Team projects with graduate students in the participating universities studied scale-up and multi-developer workflows. Full-scale applications dealt with nuclear simulation, climate modeling, and protein folding developed at the five Advanced Simulation & Computing Centers2 or run at the San Diego Supercomputer Center. Compact applications were developed for bioinformatics, graph theory, and sensor networks involving combinations of kernels developed by experts testing key benchmarks. They are used to understand multiprogrammer development workflows.

Mixed throughout these studies are interviews we conducted with developers and users in a variety of environments. We collected “folklore,” or unsupported notions, stories, or sayings widely circulated, from practitioners in government, industry, and academic research labs. They are used to generate hypotheses that guide further experiments and case studies. Formalizing folklore involves four activities:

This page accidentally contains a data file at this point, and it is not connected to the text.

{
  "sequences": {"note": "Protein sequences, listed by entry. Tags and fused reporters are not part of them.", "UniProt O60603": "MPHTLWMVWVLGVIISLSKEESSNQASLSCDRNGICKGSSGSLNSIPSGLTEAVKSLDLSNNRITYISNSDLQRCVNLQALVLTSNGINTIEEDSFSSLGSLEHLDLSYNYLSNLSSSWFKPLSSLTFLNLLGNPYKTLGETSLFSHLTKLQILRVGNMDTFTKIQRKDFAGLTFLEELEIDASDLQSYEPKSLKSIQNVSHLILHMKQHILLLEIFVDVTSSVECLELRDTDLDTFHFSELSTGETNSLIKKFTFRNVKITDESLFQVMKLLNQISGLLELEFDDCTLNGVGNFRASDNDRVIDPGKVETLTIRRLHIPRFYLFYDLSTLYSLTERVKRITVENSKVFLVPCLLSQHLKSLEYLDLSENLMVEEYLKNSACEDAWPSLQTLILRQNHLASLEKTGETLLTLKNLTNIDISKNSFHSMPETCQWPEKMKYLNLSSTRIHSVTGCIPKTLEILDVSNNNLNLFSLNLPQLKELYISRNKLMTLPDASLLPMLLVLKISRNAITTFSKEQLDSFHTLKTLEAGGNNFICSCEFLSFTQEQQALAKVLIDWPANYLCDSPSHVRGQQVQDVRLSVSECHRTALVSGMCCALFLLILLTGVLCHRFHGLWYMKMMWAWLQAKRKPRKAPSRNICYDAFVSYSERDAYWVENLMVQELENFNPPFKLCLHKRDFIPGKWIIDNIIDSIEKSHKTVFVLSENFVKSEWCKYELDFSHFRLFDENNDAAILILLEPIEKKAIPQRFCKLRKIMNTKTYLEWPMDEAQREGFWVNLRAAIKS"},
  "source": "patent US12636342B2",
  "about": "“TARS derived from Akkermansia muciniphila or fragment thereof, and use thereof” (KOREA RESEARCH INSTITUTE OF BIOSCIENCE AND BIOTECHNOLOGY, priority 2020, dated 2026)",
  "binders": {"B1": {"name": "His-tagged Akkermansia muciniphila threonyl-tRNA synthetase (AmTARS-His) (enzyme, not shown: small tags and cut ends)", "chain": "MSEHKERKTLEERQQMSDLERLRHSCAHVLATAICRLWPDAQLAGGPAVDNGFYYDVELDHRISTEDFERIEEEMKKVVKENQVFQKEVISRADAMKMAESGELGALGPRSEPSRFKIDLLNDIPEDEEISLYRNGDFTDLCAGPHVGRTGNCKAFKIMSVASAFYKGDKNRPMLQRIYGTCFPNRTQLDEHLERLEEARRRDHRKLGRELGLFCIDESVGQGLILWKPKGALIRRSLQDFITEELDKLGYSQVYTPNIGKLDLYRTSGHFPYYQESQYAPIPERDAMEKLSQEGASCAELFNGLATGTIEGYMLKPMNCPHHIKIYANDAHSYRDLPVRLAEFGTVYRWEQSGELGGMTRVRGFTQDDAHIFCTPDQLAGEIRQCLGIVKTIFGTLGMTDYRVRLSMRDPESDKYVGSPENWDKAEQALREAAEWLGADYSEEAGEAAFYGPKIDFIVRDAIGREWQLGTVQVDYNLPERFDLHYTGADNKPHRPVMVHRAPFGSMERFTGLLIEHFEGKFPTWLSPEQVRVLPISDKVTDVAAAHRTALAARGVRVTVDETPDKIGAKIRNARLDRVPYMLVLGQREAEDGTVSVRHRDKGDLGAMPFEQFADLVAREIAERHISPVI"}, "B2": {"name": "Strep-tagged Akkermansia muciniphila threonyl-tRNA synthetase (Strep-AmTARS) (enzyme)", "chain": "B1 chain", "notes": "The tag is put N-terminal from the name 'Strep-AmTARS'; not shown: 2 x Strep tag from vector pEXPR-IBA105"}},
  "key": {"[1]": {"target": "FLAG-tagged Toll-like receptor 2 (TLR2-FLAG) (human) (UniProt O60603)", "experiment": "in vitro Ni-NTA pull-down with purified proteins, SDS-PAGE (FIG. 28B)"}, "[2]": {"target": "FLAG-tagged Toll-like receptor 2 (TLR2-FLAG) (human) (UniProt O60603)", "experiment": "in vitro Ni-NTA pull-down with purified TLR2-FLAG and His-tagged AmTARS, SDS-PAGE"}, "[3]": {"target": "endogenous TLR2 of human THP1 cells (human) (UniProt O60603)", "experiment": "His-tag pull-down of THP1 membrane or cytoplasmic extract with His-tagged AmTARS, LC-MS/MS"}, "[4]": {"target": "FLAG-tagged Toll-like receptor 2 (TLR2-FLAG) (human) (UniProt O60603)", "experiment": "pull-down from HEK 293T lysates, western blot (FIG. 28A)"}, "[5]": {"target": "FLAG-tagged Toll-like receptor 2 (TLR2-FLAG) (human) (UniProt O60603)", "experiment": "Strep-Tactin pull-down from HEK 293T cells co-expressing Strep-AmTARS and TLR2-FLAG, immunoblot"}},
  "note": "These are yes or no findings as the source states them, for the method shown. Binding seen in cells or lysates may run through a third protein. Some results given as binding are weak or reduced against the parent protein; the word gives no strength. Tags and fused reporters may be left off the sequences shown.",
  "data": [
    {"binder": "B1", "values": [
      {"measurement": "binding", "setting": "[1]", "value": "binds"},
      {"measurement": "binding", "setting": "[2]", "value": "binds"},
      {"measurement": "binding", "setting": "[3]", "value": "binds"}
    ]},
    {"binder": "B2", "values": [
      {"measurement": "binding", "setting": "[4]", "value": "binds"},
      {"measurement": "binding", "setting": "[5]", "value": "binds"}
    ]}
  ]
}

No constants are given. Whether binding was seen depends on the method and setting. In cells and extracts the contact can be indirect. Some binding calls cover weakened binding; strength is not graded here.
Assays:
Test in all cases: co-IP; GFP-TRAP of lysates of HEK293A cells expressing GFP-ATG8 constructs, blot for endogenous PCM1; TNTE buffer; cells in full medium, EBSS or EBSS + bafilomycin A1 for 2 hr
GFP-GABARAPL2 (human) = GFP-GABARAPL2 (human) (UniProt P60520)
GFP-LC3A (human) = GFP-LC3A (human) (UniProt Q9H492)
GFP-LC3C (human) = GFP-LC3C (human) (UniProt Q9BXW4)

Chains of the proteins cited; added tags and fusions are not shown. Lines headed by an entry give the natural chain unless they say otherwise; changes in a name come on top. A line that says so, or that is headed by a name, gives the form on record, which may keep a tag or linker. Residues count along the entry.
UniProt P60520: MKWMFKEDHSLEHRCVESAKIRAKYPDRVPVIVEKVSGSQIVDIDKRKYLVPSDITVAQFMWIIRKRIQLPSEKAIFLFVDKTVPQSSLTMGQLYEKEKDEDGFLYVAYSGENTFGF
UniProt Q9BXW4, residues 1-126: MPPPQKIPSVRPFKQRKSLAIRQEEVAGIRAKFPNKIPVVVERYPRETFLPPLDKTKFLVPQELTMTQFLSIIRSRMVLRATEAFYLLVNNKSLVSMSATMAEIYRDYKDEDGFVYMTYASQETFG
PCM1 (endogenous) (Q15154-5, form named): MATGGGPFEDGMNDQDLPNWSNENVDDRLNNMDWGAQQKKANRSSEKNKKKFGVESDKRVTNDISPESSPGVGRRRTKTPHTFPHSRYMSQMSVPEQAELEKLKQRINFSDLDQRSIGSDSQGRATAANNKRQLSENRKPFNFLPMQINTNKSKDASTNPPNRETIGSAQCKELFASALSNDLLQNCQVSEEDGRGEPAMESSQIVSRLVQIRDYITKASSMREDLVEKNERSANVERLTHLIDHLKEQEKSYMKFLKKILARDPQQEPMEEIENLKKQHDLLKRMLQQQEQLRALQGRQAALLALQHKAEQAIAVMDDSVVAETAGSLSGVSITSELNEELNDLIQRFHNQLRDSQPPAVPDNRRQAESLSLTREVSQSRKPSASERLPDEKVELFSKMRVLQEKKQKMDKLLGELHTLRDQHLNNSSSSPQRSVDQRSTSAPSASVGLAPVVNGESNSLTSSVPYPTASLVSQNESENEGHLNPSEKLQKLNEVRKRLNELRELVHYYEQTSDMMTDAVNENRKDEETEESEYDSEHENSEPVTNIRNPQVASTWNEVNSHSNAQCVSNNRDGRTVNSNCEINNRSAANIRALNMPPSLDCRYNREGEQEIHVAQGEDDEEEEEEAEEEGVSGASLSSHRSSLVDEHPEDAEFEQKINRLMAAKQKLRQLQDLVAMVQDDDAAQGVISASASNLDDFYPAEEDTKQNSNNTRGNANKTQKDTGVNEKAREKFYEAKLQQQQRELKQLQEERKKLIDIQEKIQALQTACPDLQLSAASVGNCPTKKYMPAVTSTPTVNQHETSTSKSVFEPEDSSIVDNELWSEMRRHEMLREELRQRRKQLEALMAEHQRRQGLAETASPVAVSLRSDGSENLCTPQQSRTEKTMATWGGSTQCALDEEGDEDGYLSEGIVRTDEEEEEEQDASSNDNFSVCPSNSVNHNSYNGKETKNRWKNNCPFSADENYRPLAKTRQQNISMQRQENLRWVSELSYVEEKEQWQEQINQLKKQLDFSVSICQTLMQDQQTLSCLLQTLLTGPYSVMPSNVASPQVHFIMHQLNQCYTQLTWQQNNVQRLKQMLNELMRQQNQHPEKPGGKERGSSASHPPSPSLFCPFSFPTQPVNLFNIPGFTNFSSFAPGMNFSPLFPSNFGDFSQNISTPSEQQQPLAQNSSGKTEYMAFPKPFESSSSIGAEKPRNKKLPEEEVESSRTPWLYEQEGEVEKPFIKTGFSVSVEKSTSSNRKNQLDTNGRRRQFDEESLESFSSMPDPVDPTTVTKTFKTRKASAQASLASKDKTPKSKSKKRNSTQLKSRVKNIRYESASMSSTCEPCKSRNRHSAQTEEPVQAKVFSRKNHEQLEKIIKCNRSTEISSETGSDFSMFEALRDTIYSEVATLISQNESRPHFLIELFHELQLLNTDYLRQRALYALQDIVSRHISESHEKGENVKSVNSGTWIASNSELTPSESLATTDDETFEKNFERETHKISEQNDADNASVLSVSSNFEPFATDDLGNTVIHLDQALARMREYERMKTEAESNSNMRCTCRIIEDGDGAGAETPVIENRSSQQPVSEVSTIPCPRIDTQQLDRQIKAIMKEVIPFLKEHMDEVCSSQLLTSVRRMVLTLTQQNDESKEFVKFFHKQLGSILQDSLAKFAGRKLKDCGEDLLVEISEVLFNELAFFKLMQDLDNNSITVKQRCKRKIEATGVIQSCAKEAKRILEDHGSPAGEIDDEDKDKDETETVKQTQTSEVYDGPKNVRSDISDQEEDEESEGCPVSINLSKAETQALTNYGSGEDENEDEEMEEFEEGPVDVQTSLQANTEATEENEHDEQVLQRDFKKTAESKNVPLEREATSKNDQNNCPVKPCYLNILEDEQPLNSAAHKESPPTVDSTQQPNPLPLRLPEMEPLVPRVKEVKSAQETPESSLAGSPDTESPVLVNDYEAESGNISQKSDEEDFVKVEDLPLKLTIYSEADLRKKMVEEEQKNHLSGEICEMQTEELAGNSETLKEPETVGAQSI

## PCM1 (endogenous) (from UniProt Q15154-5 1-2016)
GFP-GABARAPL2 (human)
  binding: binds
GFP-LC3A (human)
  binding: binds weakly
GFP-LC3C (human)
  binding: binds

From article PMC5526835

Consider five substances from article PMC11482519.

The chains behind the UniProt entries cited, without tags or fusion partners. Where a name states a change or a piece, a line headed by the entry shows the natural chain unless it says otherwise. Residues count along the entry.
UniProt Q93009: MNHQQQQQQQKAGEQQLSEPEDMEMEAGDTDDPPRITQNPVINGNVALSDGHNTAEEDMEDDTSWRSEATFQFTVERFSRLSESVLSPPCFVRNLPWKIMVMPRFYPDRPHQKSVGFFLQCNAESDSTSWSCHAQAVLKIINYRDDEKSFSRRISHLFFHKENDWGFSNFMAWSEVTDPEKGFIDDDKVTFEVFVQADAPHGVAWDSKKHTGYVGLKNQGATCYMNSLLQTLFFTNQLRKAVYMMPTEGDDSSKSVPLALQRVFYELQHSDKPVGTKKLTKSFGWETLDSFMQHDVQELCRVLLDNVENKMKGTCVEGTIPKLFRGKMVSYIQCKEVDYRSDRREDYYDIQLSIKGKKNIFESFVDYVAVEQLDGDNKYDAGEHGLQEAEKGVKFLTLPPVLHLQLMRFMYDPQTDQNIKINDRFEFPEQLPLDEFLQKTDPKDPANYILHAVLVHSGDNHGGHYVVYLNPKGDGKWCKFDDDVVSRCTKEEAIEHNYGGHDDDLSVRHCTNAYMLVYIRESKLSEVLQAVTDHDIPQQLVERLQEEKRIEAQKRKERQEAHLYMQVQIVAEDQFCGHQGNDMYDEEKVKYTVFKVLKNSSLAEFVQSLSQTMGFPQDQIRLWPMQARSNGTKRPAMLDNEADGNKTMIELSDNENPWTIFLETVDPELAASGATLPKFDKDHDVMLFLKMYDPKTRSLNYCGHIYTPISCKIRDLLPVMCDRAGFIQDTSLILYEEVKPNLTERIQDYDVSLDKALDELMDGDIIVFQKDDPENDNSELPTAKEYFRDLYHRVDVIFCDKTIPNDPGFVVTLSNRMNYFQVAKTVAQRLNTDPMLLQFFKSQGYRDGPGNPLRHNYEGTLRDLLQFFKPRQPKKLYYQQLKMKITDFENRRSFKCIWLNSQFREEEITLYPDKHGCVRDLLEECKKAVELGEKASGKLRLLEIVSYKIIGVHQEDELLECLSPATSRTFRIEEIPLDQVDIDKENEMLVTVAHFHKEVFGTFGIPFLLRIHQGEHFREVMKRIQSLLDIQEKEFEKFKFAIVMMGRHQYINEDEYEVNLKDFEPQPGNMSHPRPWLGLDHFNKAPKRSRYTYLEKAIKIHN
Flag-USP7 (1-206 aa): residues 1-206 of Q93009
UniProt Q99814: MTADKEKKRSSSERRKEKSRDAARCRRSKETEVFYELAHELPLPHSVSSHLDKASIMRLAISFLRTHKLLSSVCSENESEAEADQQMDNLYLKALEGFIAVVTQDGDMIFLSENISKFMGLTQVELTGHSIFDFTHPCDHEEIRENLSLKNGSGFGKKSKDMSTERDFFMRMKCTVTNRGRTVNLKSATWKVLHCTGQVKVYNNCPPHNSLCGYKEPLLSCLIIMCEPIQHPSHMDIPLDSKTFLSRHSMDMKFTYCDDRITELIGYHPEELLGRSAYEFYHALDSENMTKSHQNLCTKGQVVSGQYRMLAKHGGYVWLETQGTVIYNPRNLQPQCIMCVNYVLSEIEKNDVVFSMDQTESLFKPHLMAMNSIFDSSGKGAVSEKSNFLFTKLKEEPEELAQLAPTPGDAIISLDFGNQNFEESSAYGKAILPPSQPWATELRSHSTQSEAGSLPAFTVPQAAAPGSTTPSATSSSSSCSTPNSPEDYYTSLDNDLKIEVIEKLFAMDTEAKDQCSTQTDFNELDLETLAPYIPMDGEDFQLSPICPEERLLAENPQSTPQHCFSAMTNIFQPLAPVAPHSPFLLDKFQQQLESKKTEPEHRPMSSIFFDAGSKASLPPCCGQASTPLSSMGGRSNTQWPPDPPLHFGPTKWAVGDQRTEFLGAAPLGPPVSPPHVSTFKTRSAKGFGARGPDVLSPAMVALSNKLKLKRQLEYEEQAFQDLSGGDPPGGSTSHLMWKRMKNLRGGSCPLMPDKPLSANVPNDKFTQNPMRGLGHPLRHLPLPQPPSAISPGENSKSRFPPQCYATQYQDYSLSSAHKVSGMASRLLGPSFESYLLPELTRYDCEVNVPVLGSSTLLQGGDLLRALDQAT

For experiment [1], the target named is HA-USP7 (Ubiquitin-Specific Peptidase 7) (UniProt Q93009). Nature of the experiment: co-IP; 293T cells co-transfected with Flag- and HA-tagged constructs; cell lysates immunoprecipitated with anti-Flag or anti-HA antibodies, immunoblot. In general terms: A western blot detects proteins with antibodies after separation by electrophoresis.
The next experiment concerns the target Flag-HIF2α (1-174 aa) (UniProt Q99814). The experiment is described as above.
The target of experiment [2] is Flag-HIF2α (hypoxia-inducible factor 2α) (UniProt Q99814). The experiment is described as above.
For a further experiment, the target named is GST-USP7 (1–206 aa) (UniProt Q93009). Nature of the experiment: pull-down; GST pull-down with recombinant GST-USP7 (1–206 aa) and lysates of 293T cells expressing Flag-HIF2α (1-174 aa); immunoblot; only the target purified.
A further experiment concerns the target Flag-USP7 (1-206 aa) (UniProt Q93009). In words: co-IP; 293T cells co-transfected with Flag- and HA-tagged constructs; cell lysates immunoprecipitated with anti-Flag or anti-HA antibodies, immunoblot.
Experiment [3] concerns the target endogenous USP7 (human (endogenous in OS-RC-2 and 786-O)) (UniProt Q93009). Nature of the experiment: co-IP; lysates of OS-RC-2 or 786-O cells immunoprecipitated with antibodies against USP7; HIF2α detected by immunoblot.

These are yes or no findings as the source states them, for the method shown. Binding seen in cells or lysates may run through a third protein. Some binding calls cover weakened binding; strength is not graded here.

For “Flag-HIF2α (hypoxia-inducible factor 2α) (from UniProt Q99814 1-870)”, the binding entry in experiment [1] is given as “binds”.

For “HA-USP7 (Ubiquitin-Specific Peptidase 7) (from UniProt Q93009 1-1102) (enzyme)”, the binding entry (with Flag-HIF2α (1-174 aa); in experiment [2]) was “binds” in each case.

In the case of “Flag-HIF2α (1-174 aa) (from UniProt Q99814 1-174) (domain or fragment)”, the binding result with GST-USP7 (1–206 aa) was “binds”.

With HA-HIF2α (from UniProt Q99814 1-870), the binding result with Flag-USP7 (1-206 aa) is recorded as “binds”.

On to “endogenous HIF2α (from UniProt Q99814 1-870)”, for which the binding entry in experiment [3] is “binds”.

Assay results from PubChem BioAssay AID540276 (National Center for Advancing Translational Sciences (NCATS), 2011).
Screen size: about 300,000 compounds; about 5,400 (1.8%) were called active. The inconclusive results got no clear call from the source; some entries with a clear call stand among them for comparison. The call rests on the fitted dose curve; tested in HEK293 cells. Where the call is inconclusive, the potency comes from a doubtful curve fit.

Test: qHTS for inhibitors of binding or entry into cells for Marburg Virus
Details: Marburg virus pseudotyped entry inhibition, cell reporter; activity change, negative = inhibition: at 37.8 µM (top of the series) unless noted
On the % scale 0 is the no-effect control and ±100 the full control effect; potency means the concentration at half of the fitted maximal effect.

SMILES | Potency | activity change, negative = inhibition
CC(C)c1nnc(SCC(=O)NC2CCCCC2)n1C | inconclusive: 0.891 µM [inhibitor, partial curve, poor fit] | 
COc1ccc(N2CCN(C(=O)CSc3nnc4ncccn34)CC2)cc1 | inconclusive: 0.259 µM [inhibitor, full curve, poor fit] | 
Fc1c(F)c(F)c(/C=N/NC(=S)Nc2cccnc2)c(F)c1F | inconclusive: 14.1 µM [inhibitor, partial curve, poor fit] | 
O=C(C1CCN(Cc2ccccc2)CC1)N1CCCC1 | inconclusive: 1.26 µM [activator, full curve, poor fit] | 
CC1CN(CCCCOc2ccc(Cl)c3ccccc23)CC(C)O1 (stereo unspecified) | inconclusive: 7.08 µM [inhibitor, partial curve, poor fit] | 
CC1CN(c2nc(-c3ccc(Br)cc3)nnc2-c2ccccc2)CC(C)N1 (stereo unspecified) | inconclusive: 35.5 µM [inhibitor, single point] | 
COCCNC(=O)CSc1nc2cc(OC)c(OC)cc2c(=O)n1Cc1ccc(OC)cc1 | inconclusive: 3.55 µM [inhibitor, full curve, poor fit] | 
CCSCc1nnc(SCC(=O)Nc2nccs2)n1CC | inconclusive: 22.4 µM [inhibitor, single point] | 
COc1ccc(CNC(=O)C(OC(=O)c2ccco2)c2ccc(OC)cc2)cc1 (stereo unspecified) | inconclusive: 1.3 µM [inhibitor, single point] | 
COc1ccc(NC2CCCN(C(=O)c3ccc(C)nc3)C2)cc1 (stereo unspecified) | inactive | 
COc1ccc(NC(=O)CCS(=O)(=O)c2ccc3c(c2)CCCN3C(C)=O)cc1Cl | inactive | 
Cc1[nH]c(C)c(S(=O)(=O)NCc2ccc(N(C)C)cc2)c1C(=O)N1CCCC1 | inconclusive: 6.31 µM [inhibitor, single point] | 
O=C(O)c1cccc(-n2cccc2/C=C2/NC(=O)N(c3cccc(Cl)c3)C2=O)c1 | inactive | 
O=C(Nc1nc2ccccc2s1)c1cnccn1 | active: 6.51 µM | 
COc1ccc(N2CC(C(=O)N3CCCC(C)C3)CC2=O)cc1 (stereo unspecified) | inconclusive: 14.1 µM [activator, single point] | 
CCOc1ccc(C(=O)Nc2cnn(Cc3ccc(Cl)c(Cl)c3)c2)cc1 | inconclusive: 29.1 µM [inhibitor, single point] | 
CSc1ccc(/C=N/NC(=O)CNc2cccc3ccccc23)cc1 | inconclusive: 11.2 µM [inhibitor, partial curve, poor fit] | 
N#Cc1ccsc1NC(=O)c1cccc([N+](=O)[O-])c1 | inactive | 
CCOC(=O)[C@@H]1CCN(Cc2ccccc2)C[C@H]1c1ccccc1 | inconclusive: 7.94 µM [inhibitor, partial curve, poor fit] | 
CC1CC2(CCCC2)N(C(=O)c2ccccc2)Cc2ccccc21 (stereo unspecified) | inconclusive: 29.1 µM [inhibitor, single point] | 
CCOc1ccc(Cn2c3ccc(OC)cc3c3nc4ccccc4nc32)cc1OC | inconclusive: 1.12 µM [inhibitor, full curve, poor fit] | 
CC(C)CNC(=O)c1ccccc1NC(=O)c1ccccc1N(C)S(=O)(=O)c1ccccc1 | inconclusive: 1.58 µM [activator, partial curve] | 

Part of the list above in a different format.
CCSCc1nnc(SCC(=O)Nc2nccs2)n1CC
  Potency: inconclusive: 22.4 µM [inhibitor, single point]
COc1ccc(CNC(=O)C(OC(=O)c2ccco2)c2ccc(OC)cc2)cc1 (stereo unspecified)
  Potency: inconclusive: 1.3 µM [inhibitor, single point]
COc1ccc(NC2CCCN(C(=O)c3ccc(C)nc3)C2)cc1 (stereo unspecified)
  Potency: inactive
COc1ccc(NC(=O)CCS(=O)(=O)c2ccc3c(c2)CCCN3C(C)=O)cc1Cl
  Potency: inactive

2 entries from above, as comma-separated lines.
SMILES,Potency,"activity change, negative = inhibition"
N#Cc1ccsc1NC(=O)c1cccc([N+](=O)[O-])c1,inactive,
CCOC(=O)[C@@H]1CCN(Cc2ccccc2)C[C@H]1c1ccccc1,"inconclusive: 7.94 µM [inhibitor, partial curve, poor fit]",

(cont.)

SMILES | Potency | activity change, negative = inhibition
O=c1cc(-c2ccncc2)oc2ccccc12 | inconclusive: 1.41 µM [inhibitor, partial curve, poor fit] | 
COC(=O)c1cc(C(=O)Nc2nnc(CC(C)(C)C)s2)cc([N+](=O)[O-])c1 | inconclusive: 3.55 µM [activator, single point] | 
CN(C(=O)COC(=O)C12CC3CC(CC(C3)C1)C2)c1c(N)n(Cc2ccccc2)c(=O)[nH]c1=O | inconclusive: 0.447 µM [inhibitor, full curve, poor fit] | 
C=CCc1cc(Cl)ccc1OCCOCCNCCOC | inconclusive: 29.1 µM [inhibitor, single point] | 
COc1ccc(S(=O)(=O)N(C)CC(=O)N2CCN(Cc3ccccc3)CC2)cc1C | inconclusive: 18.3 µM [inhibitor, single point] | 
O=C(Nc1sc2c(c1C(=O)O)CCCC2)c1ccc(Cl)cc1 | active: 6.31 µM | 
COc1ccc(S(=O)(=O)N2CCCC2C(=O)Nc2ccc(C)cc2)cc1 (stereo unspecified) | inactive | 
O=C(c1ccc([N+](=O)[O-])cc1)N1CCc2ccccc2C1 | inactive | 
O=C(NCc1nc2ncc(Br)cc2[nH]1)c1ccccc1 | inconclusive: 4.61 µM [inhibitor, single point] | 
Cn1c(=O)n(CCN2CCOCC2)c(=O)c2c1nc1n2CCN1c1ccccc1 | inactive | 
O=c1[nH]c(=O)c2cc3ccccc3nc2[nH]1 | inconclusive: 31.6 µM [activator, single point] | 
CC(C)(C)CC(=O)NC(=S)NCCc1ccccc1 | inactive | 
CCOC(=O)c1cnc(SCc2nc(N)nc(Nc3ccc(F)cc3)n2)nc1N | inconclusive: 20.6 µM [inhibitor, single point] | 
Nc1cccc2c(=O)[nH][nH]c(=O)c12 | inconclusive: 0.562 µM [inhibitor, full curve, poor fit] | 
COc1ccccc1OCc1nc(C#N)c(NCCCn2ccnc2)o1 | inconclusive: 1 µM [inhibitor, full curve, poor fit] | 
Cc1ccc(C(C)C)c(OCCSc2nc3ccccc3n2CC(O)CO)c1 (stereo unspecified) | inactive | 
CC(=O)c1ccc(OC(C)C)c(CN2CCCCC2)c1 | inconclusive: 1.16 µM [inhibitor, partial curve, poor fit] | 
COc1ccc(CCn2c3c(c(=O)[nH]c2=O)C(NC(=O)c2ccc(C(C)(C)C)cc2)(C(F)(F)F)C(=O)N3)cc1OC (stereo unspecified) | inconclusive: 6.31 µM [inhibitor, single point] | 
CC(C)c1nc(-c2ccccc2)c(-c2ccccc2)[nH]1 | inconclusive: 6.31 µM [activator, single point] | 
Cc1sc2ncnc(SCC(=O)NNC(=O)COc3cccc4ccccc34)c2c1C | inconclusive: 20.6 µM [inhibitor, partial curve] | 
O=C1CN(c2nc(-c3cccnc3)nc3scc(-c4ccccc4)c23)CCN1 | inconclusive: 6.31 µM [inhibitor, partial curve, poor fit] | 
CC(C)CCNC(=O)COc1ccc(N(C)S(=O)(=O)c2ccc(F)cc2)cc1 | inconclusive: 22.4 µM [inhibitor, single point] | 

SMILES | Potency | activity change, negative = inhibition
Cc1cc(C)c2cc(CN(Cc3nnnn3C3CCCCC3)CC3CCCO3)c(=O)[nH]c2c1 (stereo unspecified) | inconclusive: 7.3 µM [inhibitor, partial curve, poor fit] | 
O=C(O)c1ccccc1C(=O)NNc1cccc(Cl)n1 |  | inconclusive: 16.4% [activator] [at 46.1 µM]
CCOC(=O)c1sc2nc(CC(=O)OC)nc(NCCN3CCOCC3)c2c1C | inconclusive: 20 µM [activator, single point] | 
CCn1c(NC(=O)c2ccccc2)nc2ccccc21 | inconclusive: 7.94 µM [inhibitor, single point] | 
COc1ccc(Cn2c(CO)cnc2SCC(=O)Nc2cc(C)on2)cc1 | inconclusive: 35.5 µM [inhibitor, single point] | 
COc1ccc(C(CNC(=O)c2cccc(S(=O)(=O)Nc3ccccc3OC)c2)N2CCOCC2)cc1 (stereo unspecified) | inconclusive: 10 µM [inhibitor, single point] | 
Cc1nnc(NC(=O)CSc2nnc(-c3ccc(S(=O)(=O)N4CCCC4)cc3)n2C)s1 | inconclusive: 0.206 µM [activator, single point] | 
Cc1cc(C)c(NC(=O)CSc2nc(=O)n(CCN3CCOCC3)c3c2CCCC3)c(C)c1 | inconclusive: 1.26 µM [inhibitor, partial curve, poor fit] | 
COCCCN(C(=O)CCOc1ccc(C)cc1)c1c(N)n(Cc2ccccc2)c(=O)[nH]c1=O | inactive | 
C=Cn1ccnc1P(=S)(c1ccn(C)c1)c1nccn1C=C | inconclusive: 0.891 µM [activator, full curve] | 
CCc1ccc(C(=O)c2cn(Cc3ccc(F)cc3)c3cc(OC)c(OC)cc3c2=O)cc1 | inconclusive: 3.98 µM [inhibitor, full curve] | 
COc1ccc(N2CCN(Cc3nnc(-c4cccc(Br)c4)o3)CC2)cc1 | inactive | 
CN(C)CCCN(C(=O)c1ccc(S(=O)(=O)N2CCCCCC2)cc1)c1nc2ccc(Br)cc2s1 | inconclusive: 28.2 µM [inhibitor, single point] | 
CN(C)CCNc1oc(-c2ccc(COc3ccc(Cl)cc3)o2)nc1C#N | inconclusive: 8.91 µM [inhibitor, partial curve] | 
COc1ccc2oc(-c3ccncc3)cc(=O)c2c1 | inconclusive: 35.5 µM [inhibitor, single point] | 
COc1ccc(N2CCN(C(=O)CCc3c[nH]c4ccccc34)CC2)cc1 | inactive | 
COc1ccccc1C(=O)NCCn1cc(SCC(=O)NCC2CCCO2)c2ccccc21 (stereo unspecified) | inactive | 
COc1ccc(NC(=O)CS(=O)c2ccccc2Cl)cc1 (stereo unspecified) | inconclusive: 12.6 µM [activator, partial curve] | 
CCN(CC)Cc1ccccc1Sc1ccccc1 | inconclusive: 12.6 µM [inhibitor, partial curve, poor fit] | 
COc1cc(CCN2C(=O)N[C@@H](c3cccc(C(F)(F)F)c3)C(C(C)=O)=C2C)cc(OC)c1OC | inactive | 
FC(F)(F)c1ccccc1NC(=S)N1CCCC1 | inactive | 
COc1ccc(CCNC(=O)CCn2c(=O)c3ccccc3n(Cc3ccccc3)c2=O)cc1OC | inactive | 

• Identify the relevant variables and terminology and simple relationships among variables, looking for consensus or disagreement;
  • Identify the context variables that affect their validity, using surveys and other mechanisms;
  • Develop hypotheses that can be specified and measured; and
  • Verify the hypotheses via experimentation.

The end result of this research was to package our acquired knowledge by:

  • Identifying the relevant variables, context variables, programmer workflows, and mechanisms for identifying variables and relationships;
  • Identifying measures for the variables that can be collected accurately or proxies that can be substituted for these variables; and
  • Identifying the relationships among the variables and the contexts in which the relationships are true.